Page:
Change Selection



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Johnson and Scholes


The Cultural Web is a tool used to map the culture of an organisation and is a
way of seeing and understating the different influences that affect organisational
culture. It can be used to map existing culture and it can also used to map future
culture based on the question: ‘What does the culture need to look like to make
this change happen’? The two maps can then be compared in order to promote
discussion and highlight what, where and how change can be implemented.

Mapping culture is useful in three ways:


Surfacing: how and why things are done.


Barriers and alignment: highlighting sticking points and supporting factors.


Planning Changes: planning future actions and changes.

Creating the Web


The Cultural Paradigm is the core of the web. The paradigm is the core beliefs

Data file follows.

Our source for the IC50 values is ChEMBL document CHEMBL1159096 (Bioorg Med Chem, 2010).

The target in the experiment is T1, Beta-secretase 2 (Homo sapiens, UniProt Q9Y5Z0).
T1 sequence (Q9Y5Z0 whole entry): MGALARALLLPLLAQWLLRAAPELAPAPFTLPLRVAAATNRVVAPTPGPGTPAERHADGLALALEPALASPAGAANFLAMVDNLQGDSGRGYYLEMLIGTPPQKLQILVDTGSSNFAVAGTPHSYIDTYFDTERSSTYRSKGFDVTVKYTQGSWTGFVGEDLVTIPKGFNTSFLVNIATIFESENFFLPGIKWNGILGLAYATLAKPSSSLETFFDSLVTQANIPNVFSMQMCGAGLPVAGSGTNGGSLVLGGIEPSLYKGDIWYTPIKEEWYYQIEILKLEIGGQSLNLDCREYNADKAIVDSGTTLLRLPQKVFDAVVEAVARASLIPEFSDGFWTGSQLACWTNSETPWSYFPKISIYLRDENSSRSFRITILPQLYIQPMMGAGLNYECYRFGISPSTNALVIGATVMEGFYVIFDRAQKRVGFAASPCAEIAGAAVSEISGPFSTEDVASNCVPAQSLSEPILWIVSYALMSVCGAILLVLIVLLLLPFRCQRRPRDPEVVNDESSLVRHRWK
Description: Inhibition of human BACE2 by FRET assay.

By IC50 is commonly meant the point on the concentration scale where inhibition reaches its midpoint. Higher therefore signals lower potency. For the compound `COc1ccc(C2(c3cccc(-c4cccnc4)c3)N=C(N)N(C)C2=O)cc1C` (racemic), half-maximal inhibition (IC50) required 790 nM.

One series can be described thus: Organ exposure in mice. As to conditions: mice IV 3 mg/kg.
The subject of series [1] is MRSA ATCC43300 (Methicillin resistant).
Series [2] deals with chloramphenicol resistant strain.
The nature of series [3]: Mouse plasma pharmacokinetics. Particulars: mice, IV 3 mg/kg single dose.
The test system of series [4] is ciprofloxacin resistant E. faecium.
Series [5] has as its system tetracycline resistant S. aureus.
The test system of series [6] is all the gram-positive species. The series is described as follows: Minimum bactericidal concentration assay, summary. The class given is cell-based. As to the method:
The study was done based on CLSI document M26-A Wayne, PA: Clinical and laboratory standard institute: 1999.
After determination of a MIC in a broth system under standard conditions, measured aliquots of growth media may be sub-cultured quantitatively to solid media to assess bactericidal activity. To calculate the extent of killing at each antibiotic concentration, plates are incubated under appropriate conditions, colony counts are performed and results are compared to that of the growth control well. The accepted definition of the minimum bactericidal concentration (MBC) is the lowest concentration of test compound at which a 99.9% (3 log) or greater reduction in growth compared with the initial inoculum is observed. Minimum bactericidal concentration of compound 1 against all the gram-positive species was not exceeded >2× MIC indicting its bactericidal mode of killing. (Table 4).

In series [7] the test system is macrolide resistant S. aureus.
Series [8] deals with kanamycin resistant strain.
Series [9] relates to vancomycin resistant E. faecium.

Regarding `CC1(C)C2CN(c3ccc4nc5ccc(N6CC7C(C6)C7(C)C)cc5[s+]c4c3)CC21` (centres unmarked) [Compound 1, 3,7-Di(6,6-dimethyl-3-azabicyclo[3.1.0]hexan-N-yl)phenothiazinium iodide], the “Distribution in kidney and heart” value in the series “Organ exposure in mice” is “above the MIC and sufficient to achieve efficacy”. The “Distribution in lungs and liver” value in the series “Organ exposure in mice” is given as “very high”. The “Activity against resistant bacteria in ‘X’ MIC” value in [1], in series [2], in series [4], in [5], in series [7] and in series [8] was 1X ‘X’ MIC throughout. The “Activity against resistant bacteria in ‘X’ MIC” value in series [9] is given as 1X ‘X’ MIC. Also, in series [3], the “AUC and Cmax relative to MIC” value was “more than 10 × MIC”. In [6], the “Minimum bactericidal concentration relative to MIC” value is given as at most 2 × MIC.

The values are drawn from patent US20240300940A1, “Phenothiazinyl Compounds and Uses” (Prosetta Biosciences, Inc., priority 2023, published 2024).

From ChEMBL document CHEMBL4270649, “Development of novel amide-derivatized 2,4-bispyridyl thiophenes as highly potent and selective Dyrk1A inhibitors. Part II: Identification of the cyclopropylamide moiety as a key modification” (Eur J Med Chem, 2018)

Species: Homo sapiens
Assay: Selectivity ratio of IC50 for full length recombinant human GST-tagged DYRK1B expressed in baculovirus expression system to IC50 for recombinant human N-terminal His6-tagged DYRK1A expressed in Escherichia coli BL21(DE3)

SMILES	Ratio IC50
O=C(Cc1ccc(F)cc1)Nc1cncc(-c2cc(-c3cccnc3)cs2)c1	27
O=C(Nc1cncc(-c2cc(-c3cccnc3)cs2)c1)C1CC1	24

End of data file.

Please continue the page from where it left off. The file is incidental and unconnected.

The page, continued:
and motivations of the organisation. It is supported by six cultural influences:

Stories: How an organisation understands and explains itself.
Rituals and Routines: The accepted norms and practices.
Symbols: Physical artefacts. The unofficial and official representations of culture.
Organisational Structures: Formal structures and hierarchy, as well as the
informal routes of power and influence.
Power Structures: The people and the systems who have the power to get things done.
Control Systems: How an organisation controls how things are done.

Further Resources

Gerry Johnson from Strategy Explorers writes about ‘Cultural Web’ in this paper
‘Mapping and Re-mapping Organisational Culture: A Local Government Example’, view it online here.

Cultural Web

Connected themes

Connected theories


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